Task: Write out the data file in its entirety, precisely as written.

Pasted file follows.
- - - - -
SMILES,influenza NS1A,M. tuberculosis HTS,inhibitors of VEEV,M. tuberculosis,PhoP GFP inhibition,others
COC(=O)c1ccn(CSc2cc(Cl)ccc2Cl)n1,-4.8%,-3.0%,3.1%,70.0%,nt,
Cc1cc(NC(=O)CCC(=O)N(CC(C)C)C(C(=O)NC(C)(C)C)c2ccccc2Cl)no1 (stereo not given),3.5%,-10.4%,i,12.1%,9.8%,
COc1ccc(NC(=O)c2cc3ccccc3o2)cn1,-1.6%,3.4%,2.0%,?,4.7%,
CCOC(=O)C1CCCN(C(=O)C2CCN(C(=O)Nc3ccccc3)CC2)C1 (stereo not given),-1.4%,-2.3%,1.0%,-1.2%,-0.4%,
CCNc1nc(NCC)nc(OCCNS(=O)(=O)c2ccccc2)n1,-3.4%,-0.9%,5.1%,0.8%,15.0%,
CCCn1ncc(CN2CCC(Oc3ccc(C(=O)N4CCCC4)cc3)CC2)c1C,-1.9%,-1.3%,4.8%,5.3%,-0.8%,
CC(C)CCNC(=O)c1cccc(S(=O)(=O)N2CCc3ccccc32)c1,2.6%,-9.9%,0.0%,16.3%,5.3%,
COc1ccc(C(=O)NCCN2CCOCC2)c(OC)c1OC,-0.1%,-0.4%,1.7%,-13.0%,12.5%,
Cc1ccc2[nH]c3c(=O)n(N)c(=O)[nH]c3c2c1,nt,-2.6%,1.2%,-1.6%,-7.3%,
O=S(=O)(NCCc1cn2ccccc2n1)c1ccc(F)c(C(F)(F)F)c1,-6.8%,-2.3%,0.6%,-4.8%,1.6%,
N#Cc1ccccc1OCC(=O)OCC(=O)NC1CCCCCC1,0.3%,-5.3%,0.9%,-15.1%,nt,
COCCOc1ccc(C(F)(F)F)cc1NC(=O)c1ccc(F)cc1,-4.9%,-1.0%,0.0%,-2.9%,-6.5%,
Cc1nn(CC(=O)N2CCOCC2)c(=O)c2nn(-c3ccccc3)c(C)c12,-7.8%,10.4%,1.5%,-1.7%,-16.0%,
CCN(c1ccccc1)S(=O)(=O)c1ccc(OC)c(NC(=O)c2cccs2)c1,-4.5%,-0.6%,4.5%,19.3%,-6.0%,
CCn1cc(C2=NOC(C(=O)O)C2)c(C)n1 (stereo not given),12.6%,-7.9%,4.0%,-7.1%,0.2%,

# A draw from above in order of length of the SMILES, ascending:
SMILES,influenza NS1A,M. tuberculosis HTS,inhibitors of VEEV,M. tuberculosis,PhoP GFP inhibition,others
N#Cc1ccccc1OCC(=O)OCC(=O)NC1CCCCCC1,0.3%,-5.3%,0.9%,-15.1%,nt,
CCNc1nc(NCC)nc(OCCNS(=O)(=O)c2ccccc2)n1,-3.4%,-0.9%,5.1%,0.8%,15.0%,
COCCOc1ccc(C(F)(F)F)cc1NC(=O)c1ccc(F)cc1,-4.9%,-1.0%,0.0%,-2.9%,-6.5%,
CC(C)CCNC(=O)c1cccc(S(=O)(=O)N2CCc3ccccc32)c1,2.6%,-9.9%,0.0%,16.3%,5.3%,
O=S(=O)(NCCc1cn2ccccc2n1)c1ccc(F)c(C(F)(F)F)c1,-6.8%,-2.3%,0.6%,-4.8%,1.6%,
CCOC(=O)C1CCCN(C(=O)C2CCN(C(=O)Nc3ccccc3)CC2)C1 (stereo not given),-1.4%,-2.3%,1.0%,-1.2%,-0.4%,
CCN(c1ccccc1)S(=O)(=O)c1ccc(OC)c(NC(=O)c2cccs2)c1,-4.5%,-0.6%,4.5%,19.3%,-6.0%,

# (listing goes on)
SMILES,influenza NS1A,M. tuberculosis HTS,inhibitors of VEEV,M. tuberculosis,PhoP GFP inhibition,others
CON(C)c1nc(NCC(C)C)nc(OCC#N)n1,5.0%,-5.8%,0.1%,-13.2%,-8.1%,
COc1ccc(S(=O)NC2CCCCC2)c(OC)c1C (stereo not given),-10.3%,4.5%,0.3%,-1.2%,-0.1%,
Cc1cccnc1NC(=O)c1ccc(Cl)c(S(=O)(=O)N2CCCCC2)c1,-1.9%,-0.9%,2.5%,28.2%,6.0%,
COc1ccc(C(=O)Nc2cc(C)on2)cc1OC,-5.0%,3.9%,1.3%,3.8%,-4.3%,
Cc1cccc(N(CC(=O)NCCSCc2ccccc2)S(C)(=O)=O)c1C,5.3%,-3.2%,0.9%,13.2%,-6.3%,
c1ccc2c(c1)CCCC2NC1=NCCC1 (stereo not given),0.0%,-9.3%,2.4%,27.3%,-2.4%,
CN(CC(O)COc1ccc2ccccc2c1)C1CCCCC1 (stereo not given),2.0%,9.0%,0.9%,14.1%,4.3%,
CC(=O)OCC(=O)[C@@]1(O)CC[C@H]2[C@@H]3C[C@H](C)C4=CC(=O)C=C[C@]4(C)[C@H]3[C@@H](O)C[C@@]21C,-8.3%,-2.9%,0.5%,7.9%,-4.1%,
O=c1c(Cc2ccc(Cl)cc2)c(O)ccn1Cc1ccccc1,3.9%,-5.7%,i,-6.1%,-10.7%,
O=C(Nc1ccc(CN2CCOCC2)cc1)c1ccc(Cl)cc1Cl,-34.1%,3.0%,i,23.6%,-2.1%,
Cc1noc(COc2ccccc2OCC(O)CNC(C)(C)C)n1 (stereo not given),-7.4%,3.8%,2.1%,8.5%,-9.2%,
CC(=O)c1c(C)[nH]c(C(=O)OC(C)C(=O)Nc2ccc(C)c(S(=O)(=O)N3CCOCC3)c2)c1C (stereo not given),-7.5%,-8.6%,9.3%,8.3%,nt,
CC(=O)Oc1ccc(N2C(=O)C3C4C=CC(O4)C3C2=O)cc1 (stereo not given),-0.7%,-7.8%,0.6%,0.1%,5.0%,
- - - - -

SMILES,influenza NS1A,M. tuberculosis HTS,inhibitors of VEEV,M. tuberculosis,PhoP GFP inhibition,others
COC(=O)c1ccn(CSc2cc(Cl)ccc2Cl)n1,-4.8%,-3.0%,3.1%,70.0%,nt,
Cc1cc(NC(=O)CCC(=O)N(CC(C)C)C(C(=O)NC(C)(C)C)c2ccccc2Cl)no1 (stereo not given),3.5%,-10.4%,i,12.1%,9.8%,
COc1ccc(NC(=O)c2cc3ccccc3o2)cn1,-1.6%,3.4%,2.0%,?,4.7%,
CCOC(=O)C1CCCN(C(=O)C2CCN(C(=O)Nc3ccccc3)CC2)C1 (stereo not given),-1.4%,-2.3%,1.0%,-1.2%,-0.4%,
CCNc1nc(NCC)nc(OCCNS(=O)(=O)c2ccccc2)n1,-3.4%,-0.9%,5.1%,0.8%,15.0%,
CCCn1ncc(CN2CCC(Oc3ccc(C(=O)N4CCCC4)cc3)CC2)c1C,-1.9%,-1.3%,4.8%,5.3%,-0.8%,
CC(C)CCNC(=O)c1cccc(S(=O)(=O)N2CCc3ccccc32)c1,2.6%,-9.9%,0.0%,16.3%,5.3%,
COc1ccc(C(=O)NCCN2CCOCC2)c(OC)c1OC,-0.1%,-0.4%,1.7%,-13.0%,12.5%,
Cc1ccc2[nH]c3c(=O)n(N)c(=O)[nH]c3c2c1,nt,-2.6%,1.2%,-1.6%,-7.3%,
O=S(=O)(NCCc1cn2ccccc2n1)c1ccc(F)c(C(F)(F)F)c1,-6.8%,-2.3%,0.6%,-4.8%,1.6%,
N#Cc1ccccc1OCC(=O)OCC(=O)NC1CCCCCC1,0.3%,-5.3%,0.9%,-15.1%,nt,
COCCOc1ccc(C(F)(F)F)cc1NC(=O)c1ccc(F)cc1,-4.9%,-1.0%,0.0%,-2.9%,-6.5%,
Cc1nn(CC(=O)N2CCOCC2)c(=O)c2nn(-c3ccccc3)c(C)c12,-7.8%,10.4%,1.5%,-1.7%,-16.0%,
CCN(c1ccccc1)S(=O)(=O)c1ccc(OC)c(NC(=O)c2cccs2)c1,-4.5%,-0.6%,4.5%,19.3%,-6.0%,
CCn1cc(C2=NOC(C(=O)O)C2)c(C)n1 (stereo not given),12.6%,-7.9%,4.0%,-7.1%,0.2%,

# A draw from above in order of length of the SMILES, ascending:
SMILES,influenza NS1A,M. tuberculosis HTS,inhibitors of VEEV,M. tuberculosis,PhoP GFP inhibition,others
N#Cc1ccccc1OCC(=O)OCC(=O)NC1CCCCCC1,0.3%,-5.3%,0.9%,-15.1%,nt,
CCNc1nc(NCC)nc(OCCNS(=O)(=O)c2ccccc2)n1,-3.4%,-0.9%,5.1%,0.8%,15.0%,
COCCOc1ccc(C(F)(F)F)cc1NC(=O)c1ccc(F)cc1,-4.9%,-1.0%,0.0%,-2.9%,-6.5%,
CC(C)CCNC(=O)c1cccc(S(=O)(=O)N2CCc3ccccc32)c1,2.6%,-9.9%,0.0%,16.3%,5.3%,
O=S(=O)(NCCc1cn2ccccc2n1)c1ccc(F)c(C(F)(F)F)c1,-6.8%,-2.3%,0.6%,-4.8%,1.6%,
CCOC(=O)C1CCCN(C(=O)C2CCN(C(=O)Nc3ccccc3)CC2)C1 (stereo not given),-1.4%,-2.3%,1.0%,-1.2%,-0.4%,
CCN(c1ccccc1)S(=O)(=O)c1ccc(OC)c(NC(=O)c2cccs2)c1,-4.5%,-0.6%,4.5%,19.3%,-6.0%,

# (listing goes on)
SMILES,influenza NS1A,M. tuberculosis HTS,inhibitors of VEEV,M. tuberculosis,PhoP GFP inhibition,others
CON(C)c1nc(NCC(C)C)nc(OCC#N)n1,5.0%,-5.8%,0.1%,-13.2%,-8.1%,
COc1ccc(S(=O)NC2CCCCC2)c(OC)c1C (stereo not given),-10.3%,4.5%,0.3%,-1.2%,-0.1%,
Cc1cccnc1NC(=O)c1ccc(Cl)c(S(=O)(=O)N2CCCCC2)c1,-1.9%,-0.9%,2.5%,28.2%,6.0%,
COc1ccc(C(=O)Nc2cc(C)on2)cc1OC,-5.0%,3.9%,1.3%,3.8%,-4.3%,
Cc1cccc(N(CC(=O)NCCSCc2ccccc2)S(C)(=O)=O)c1C,5.3%,-3.2%,0.9%,13.2%,-6.3%,
c1ccc2c(c1)CCCC2NC1=NCCC1 (stereo not given),0.0%,-9.3%,2.4%,27.3%,-2.4%,
CN(CC(O)COc1ccc2ccccc2c1)C1CCCCC1 (stereo not given),2.0%,9.0%,0.9%,14.1%,4.3%,
CC(=O)OCC(=O)[C@@]1(O)CC[C@H]2[C@@H]3C[C@H](C)C4=CC(=O)C=C[C@]4(C)[C@H]3[C@@H](O)C[C@@]21C,-8.3%,-2.9%,0.5%,7.9%,-4.1%,
O=c1c(Cc2ccc(Cl)cc2)c(O)ccn1Cc1ccccc1,3.9%,-5.7%,i,-6.1%,-10.7%,
O=C(Nc1ccc(CN2CCOCC2)cc1)c1ccc(Cl)cc1Cl,-34.1%,3.0%,i,23.6%,-2.1%,
Cc1noc(COc2ccccc2OCC(O)CNC(C)(C)C)n1 (stereo not given),-7.4%,3.8%,2.1%,8.5%,-9.2%,
CC(=O)c1c(C)[nH]c(C(=O)OC(C)C(=O)Nc2ccc(C)c(S(=O)(=O)N3CCOCC3)c2)c1C (stereo not given),-7.5%,-8.6%,9.3%,8.3%,nt,
CC(=O)Oc1ccc(N2C(=O)C3C4C=CC(O4)C3C2=O)cc1 (stereo not given),-0.7%,-7.8%,0.6%,0.1%,5.0%,